|Project by james3one||posted 04-30-2012 01:54 AM||1922 views||6 times favorited||6 comments|
I’ve been looking for a shoulder plane for some time now. As I’m not willing to fork out $200.00 for a new Lie-Neilsen or Veritas, I keep looking for a used one at the local flea market and other places. Alas, to no avail. Nary a once has an old Preston, or Record made an appearance. Mr. Stanley hasn’t seen fit to help out either. I got tired of not having one of the tools I needed, so I decided to go ahead and make one. I did a little research, looking at both the old beech planes and a few of the new ones made of more interesting bits of lumber, and went to work on a design.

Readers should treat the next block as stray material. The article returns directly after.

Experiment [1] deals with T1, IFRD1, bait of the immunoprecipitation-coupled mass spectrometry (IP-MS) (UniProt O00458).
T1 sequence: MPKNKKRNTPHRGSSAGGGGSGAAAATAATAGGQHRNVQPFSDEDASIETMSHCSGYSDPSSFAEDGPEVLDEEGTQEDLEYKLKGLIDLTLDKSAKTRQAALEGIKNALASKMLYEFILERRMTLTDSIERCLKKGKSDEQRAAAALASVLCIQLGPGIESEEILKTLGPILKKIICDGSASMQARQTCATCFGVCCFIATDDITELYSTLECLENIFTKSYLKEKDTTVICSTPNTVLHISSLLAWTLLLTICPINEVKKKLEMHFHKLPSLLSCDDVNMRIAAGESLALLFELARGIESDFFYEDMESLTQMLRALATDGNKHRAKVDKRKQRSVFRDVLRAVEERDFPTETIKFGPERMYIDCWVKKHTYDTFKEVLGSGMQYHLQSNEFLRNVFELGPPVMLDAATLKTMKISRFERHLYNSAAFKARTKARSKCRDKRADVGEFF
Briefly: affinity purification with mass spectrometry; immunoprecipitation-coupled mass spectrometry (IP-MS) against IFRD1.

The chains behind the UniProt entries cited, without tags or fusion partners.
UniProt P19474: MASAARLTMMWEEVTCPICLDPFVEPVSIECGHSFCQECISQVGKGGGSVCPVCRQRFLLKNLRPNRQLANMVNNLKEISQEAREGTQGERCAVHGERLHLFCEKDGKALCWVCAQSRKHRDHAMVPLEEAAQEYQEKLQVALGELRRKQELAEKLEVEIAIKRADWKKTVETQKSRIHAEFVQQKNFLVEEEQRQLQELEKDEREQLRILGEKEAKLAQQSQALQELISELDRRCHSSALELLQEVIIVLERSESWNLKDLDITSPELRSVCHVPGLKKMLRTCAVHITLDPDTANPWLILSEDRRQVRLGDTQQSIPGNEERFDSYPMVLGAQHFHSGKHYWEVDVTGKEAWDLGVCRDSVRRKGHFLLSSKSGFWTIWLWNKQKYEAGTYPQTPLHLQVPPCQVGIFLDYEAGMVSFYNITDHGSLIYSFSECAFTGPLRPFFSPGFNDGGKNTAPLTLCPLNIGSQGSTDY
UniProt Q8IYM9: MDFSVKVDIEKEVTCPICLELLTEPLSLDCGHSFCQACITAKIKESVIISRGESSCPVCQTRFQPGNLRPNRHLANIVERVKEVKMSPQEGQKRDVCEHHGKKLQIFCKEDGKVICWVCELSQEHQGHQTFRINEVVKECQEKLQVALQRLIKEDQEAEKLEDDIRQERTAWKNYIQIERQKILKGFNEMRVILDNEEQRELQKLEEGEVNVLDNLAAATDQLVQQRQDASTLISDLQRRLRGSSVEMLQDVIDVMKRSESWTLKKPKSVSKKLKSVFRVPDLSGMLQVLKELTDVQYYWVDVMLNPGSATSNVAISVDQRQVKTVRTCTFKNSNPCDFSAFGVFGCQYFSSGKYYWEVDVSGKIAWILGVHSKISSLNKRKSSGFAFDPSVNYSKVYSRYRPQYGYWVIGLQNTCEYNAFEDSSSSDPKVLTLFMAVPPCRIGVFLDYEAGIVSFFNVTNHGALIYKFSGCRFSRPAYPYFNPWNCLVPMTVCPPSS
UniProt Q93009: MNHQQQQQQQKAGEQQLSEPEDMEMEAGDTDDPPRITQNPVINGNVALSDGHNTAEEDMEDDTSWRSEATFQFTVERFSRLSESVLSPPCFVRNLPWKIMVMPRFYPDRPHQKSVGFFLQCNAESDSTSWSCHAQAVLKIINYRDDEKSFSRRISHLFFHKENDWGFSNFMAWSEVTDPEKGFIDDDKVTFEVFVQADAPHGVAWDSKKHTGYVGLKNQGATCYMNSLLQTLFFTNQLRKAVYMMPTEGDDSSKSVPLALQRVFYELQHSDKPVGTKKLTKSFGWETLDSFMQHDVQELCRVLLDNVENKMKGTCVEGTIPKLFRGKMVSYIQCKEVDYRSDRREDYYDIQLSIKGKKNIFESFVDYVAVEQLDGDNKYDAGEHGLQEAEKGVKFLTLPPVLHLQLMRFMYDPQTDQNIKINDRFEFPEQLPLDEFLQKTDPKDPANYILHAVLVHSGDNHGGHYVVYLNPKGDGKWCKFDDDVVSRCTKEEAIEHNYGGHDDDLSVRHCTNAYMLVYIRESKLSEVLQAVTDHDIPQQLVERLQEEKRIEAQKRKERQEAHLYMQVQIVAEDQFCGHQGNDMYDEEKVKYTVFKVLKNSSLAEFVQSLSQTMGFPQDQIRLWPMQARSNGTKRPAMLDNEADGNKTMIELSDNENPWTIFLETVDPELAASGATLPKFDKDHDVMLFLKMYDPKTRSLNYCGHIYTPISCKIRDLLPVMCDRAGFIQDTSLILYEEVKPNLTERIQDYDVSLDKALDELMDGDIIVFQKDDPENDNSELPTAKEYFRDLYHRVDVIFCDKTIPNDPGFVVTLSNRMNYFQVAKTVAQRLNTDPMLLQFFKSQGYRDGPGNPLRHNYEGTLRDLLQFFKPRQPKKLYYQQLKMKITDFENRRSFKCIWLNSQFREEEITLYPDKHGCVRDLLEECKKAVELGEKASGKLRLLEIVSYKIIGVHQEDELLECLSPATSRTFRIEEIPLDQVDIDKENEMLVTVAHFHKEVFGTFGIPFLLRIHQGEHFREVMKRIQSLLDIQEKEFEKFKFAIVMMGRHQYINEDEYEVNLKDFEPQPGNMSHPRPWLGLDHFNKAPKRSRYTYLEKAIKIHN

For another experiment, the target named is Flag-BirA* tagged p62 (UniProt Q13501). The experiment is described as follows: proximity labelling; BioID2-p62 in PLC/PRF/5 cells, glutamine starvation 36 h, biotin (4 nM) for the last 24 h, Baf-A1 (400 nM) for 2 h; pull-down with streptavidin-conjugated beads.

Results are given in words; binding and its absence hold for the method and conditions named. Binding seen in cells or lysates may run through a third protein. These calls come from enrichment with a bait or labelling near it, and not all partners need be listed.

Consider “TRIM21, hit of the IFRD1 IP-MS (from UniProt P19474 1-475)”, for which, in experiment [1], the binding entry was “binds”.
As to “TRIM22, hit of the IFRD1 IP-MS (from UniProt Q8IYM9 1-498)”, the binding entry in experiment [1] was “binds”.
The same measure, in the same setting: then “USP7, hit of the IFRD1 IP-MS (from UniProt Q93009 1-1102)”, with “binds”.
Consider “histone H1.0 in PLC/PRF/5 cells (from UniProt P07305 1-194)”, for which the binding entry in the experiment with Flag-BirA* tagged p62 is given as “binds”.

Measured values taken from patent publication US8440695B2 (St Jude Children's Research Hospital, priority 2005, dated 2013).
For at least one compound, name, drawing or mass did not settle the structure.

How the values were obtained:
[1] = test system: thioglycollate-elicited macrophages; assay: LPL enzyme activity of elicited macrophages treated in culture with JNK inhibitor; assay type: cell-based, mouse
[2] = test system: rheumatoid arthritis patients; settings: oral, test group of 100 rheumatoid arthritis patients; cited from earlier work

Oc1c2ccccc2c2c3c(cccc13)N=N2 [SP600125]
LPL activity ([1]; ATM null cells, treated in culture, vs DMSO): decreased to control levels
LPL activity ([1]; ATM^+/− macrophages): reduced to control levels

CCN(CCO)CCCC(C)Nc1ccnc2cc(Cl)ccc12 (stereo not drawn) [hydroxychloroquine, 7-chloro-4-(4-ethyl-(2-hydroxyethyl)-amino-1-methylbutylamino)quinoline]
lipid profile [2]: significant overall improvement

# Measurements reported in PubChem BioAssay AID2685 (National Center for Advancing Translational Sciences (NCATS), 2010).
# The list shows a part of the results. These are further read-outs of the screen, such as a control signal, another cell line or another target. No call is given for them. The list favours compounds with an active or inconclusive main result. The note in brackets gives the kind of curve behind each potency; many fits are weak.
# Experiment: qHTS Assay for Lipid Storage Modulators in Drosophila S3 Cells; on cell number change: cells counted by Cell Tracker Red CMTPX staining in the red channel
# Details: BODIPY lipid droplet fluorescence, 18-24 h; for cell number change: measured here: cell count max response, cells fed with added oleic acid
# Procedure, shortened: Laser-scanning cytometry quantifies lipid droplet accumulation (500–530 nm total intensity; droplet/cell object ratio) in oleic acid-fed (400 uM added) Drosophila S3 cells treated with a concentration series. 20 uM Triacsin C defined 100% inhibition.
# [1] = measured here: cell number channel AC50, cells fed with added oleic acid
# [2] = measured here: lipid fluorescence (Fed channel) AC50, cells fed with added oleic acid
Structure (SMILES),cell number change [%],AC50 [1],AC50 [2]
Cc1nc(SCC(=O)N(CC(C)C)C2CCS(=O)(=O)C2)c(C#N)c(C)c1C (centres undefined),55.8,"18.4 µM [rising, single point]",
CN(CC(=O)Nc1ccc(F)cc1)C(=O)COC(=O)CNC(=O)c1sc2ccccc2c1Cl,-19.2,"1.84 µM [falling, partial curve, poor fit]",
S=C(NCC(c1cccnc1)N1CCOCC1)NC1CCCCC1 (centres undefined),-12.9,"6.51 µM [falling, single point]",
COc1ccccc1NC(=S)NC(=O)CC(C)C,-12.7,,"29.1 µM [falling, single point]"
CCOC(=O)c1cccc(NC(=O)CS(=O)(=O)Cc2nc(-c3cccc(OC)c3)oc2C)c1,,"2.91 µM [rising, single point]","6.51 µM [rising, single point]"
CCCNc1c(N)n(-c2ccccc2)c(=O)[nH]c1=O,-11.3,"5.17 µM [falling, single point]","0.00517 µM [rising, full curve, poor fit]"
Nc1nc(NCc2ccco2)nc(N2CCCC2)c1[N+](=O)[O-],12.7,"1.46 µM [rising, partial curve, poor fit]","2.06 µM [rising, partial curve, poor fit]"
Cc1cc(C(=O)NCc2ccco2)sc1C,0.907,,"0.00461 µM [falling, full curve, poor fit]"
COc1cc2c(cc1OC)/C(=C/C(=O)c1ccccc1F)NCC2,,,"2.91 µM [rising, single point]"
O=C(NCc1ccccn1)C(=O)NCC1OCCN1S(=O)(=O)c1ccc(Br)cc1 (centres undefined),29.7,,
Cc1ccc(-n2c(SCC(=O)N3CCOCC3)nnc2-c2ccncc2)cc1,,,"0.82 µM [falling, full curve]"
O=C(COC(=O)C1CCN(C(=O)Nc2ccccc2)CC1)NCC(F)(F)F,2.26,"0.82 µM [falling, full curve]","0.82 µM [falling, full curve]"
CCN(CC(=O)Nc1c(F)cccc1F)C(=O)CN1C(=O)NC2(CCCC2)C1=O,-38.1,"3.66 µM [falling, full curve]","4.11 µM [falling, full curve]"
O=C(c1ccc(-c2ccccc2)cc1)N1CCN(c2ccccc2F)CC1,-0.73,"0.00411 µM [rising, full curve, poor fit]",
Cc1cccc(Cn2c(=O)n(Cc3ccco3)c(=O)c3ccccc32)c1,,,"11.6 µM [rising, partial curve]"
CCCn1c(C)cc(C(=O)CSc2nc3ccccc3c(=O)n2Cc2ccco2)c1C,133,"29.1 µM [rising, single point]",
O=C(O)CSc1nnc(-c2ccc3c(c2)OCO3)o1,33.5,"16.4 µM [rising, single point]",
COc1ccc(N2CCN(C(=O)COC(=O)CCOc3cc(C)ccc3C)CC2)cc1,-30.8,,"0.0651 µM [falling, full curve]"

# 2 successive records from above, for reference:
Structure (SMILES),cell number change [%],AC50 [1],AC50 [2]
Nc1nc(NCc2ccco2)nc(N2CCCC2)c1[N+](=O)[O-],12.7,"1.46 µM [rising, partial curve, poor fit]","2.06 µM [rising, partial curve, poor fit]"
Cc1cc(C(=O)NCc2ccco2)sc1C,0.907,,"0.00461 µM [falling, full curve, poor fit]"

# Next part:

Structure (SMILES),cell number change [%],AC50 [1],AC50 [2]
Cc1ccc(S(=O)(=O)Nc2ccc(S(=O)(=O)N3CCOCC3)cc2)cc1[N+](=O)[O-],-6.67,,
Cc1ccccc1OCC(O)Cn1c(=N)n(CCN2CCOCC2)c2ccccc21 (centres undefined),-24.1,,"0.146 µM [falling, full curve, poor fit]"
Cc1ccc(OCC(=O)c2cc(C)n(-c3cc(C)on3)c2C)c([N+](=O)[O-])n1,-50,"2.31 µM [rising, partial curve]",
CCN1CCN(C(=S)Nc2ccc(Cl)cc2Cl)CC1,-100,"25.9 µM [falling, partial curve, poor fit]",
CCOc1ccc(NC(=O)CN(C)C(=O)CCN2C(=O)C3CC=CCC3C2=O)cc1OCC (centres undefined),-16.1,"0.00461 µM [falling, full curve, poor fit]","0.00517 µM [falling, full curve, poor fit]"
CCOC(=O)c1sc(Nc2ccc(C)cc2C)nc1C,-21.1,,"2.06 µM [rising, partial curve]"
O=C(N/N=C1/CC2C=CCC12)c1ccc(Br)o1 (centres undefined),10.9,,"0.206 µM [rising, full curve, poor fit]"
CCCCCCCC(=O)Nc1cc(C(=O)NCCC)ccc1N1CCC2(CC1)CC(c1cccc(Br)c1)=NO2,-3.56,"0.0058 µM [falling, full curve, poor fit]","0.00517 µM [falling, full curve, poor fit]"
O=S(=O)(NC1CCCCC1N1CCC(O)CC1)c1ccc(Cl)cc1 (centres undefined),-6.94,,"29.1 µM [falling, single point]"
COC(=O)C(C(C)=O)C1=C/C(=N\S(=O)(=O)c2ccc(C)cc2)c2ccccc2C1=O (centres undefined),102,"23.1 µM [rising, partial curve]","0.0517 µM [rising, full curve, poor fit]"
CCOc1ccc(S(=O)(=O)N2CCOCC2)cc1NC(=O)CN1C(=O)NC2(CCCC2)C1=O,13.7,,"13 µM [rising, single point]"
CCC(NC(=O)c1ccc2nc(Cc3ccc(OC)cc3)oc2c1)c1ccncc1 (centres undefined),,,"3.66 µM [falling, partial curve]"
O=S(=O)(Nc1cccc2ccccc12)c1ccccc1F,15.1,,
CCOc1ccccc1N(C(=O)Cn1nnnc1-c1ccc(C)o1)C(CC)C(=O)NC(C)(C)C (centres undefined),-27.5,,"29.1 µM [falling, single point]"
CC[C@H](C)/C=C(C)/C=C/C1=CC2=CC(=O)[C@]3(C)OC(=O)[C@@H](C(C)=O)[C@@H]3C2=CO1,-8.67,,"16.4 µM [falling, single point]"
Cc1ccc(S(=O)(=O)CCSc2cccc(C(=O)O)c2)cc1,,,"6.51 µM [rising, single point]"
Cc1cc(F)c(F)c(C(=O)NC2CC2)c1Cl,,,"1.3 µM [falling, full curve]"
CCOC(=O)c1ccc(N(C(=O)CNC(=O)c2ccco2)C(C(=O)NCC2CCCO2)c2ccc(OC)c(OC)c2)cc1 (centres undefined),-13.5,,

The only wood I had available for this was a chunk of 8/4 white oak. Most annoyingly it was almost perfectly rift sawn, instead of quarter. Not to be deterred, I marked out the plane dimension on the end grain, tilted to make it quarter sawn, and went about removing the waste to reveal my new plane. Once this was cut out and cleaned up, I had a 1×5x12 block, ready to be worked. Before doing so, however, I took a lesser piece of white oak and made a test plane. This proved most helpful and provided plenty of insight as to technique and tools needed to get the job done. A jig, Iwasaki rasp, needle rasp and fair amount of sweat later, I have a new tool.
It still needs a bit of tweaking but will soon be cleaning up my parts.
You can see in the original Sketchup design that the blade was placed further back. I decided that I’d like a little room for my hand so I moved the blade and wedge forward a bit.
The blade is set at a fairly steep 60 degrees. I can turn the blade over and get an almost 90 degree cutting angle for difficult grain.
-- James, Tulsa OK,